You’re not used to seeing black and white photos on Bikerumor, are you? Well, this photo speaks to the time before time, when there were only four pro cyclists in the US, and black and white photography wasn’t used just for a digital effect, but was instead common – in film. Hey, this was only 1981! You might recognize at least one or two faces in this picture, more if you’re really good. That’s Eric Heiden, the guy sporting massive thighs and winner of five gold medals in speed skating in the 1980 Winter Olympic games in Lake Placid, NY, holding the bike at left. On the right in the suit is cofounder and manager of the team, Jim Ochowicz.
Ochowicz is also coauthor, along with lead writer Geoff Drake, in a book recently released by VeloPress titled Team 7-Eleven: How an Unsung Band of American Cyclists Took on the World – and Won. Click through to hear more of this story and see if it’s worth a read…
As you read in our earlier post, VeloPress has begun issuing their books in e-book format. The copy I have is old school cloth and paper, but I trust there is no appreciable difference in format. I actually prefer ebooks now, so I can have much of my library close at hand as my taste in reading varies from hour to hour.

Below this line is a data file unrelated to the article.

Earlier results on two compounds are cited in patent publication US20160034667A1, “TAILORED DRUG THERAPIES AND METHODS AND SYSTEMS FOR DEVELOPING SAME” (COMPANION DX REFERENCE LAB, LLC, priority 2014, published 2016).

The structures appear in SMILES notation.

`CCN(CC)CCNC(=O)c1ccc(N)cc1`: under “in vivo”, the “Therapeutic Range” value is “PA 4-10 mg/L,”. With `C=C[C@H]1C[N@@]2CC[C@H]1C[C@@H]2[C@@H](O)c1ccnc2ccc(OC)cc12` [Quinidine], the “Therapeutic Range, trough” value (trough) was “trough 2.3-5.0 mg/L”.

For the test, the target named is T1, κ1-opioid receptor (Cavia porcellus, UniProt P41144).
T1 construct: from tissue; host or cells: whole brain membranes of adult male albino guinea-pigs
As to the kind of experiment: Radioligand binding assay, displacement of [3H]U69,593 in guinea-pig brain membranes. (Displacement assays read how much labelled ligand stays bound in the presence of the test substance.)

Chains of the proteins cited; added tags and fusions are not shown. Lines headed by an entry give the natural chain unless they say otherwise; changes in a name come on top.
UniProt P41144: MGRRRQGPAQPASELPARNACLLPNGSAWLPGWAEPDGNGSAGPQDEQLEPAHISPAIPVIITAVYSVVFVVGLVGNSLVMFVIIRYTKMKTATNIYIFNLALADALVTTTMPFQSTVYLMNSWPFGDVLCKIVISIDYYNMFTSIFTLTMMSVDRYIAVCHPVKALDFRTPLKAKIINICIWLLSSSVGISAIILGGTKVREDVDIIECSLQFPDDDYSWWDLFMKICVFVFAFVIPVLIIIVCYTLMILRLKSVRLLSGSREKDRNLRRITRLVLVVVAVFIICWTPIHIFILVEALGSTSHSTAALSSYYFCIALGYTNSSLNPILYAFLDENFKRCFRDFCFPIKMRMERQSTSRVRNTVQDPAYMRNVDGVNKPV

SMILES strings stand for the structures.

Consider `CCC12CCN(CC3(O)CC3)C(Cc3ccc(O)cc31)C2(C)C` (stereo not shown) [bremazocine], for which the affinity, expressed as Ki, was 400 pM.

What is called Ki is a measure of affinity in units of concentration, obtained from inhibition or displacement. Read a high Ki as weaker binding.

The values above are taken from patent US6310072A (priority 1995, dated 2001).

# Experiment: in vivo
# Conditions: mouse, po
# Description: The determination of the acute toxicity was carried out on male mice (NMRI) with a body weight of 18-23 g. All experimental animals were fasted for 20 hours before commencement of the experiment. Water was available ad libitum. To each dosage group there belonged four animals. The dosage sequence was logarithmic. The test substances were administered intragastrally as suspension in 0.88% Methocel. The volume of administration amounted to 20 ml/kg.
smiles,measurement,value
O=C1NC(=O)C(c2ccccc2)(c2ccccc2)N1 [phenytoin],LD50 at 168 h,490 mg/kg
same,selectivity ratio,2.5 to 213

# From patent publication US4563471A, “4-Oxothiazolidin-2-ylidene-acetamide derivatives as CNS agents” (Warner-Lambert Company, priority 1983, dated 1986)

Anyhow, Team 7-Eleven is written chiefly by Geoff Drake with assistance from Jim Ochowicz. Och is perhaps the main thread in this whole story, and presumably provides fact and chronology assistance in this book. Drake is no slouch either, being former editor of Bicycling and VeloNews magazines, in addition to being a Cat 2 racer and triathlete himself. Drake’s writing is what you’d expect in Bicycling magazine: interesting, fast-paced storytelling. This is not high-brow literature, which is fine, but the writing is stimulating and there are frequent page breaks to allow for reading in small time-pressed chunks.
You may know Ochowicz now as the manager of Team BMC, the latest far-removed iteration of Team 7-Eleven, but back in the 1970’s he was involved in the US bicycle racing scene, notably as a member of the US Olympic team in the 1972 Munich Olympics. A brief, frustrating stint in Europe did not advance his racing career, but more rewardingly exposed him to the milieu of European cycling, worlds apart from what was going on in the US at the time. US racing was still exclusively domestic, with very few riders successfully crossing over to compete in Europe.
Och’s experience in Europe planted the far-off dream of taking a US team to compete with the pros in Europe. There were many teams in the US in the late 70’s, but sponsorship was mostly on the local or national level, and at nowhere near the funding needed to cross the Atlantic. Ochowicz happened to be involved in the Lake Placid Olympics in 1980, and was able to build a relationship with Eric Heiden. Heiden, like many speed skaters, was a dual-sport athlete, riding bicycles in the warmer months because cycling was believed to use many of the same muscles. Heiden harbored a dream of racing bicycles and after Lake Placid was ready to move away from competitive skating.